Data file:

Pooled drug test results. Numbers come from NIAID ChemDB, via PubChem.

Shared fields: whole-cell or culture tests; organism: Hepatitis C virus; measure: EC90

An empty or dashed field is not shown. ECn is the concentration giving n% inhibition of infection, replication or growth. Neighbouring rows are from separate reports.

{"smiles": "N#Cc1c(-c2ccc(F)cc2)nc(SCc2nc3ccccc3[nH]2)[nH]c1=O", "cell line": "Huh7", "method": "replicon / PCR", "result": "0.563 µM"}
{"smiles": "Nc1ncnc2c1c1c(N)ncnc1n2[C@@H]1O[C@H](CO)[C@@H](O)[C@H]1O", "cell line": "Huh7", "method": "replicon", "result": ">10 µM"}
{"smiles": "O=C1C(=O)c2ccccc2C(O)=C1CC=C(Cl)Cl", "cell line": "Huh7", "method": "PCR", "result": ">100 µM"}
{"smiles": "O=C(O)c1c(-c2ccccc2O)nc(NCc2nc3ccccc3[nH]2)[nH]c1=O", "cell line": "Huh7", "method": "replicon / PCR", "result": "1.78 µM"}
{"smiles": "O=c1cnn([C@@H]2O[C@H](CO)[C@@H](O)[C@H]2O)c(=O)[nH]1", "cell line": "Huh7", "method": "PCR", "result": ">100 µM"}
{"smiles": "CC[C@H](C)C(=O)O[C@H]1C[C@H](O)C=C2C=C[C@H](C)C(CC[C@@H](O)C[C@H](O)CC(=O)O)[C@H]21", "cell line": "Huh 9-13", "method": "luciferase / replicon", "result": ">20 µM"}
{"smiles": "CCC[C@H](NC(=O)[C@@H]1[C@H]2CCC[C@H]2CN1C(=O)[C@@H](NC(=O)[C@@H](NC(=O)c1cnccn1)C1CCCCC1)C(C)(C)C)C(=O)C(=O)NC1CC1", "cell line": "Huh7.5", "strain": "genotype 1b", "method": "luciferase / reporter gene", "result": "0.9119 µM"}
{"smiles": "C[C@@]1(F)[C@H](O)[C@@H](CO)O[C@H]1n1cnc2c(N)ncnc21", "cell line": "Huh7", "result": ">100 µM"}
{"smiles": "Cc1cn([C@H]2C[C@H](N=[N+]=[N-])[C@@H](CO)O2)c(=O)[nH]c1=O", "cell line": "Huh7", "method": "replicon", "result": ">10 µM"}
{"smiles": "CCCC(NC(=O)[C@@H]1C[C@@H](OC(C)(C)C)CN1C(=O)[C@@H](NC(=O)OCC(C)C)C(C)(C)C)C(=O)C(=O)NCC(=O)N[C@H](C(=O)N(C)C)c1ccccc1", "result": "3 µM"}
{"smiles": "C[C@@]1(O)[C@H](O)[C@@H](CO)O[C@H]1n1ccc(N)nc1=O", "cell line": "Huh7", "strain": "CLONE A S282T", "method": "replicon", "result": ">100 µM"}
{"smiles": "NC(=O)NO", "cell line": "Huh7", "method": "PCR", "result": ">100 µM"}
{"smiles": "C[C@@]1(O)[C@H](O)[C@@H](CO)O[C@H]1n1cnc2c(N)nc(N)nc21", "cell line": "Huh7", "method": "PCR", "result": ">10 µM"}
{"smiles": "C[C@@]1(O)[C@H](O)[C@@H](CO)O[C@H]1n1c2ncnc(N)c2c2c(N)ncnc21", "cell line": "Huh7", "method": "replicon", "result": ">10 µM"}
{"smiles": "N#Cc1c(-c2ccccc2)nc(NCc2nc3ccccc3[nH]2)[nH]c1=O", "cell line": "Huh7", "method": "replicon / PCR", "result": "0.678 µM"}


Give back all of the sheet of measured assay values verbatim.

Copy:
Pooled drug test results. Numbers come from NIAID ChemDB, via PubChem.

Shared fields: whole-cell or culture tests; organism: Hepatitis C virus; measure: EC90

An empty or dashed field is not shown. ECn is the concentration giving n% inhibition of infection, replication or growth. Neighbouring rows are from separate reports.

{"smiles": "N#Cc1c(-c2ccc(F)cc2)nc(SCc2nc3ccccc3[nH]2)[nH]c1=O", "cell line": "Huh7", "method": "replicon / PCR", "result": "0.563 µM"}
{"smiles": "Nc1ncnc2c1c1c(N)ncnc1n2[C@@H]1O[C@H](CO)[C@@H](O)[C@H]1O", "cell line": "Huh7", "method": "replicon", "result": ">10 µM"}
{"smiles": "O=C1C(=O)c2ccccc2C(O)=C1CC=C(Cl)Cl", "cell line": "Huh7", "method": "PCR", "result": ">100 µM"}
{"smiles": "O=C(O)c1c(-c2ccccc2O)nc(NCc2nc3ccccc3[nH]2)[nH]c1=O", "cell line": "Huh7", "method": "replicon / PCR", "result": "1.78 µM"}
{"smiles": "O=c1cnn([C@@H]2O[C@H](CO)[C@@H](O)[C@H]2O)c(=O)[nH]1", "cell line": "Huh7", "method": "PCR", "result": ">100 µM"}
{"smiles": "CC[C@H](C)C(=O)O[C@H]1C[C@H](O)C=C2C=C[C@H](C)C(CC[C@@H](O)C[C@H](O)CC(=O)O)[C@H]21", "cell line": "Huh 9-13", "method": "luciferase / replicon", "result": ">20 µM"}
{"smiles": "CCC[C@H](NC(=O)[C@@H]1[C@H]2CCC[C@H]2CN1C(=O)[C@@H](NC(=O)[C@@H](NC(=O)c1cnccn1)C1CCCCC1)C(C)(C)C)C(=O)C(=O)NC1CC1", "cell line": "Huh7.5", "strain": "genotype 1b", "method": "luciferase / reporter gene", "result": "0.9119 µM"}
{"smiles": "C[C@@]1(F)[C@H](O)[C@@H](CO)O[C@H]1n1cnc2c(N)ncnc21", "cell line": "Huh7", "result": ">100 µM"}
{"smiles": "Cc1cn([C@H]2C[C@H](N=[N+]=[N-])[C@@H](CO)O2)c(=O)[nH]c1=O", "cell line": "Huh7", "method": "replicon", "result": ">10 µM"}
{"smiles": "CCCC(NC(=O)[C@@H]1C[C@@H](OC(C)(C)C)CN1C(=O)[C@@H](NC(=O)OCC(C)C)C(C)(C)C)C(=O)C(=O)NCC(=O)N[C@H](C(=O)N(C)C)c1ccccc1", "result": "3 µM"}
{"smiles": "C[C@@]1(O)[C@H](O)[C@@H](CO)O[C@H]1n1ccc(N)nc1=O", "cell line": "Huh7", "strain": "CLONE A S282T", "method": "replicon", "result": ">100 µM"}
{"smiles": "NC(=O)NO", "cell line": "Huh7", "method": "PCR", "result": ">100 µM"}
{"smiles": "C[C@@]1(O)[C@H](O)[C@@H](CO)O[C@H]1n1cnc2c(N)nc(N)nc21", "cell line": "Huh7", "method": "PCR", "result": ">10 µM"}
{"smiles": "C[C@@]1(O)[C@H](O)[C@@H](CO)O[C@H]1n1c2ncnc(N)c2c2c(N)ncnc21", "cell line": "Huh7", "method": "replicon", "result": ">10 µM"}
{"smiles": "N#Cc1c(-c2ccccc2)nc(NCc2nc3ccccc3[nH]2)[nH]c1=O", "cell line": "Huh7", "method": "replicon / PCR", "result": "0.678 µM"}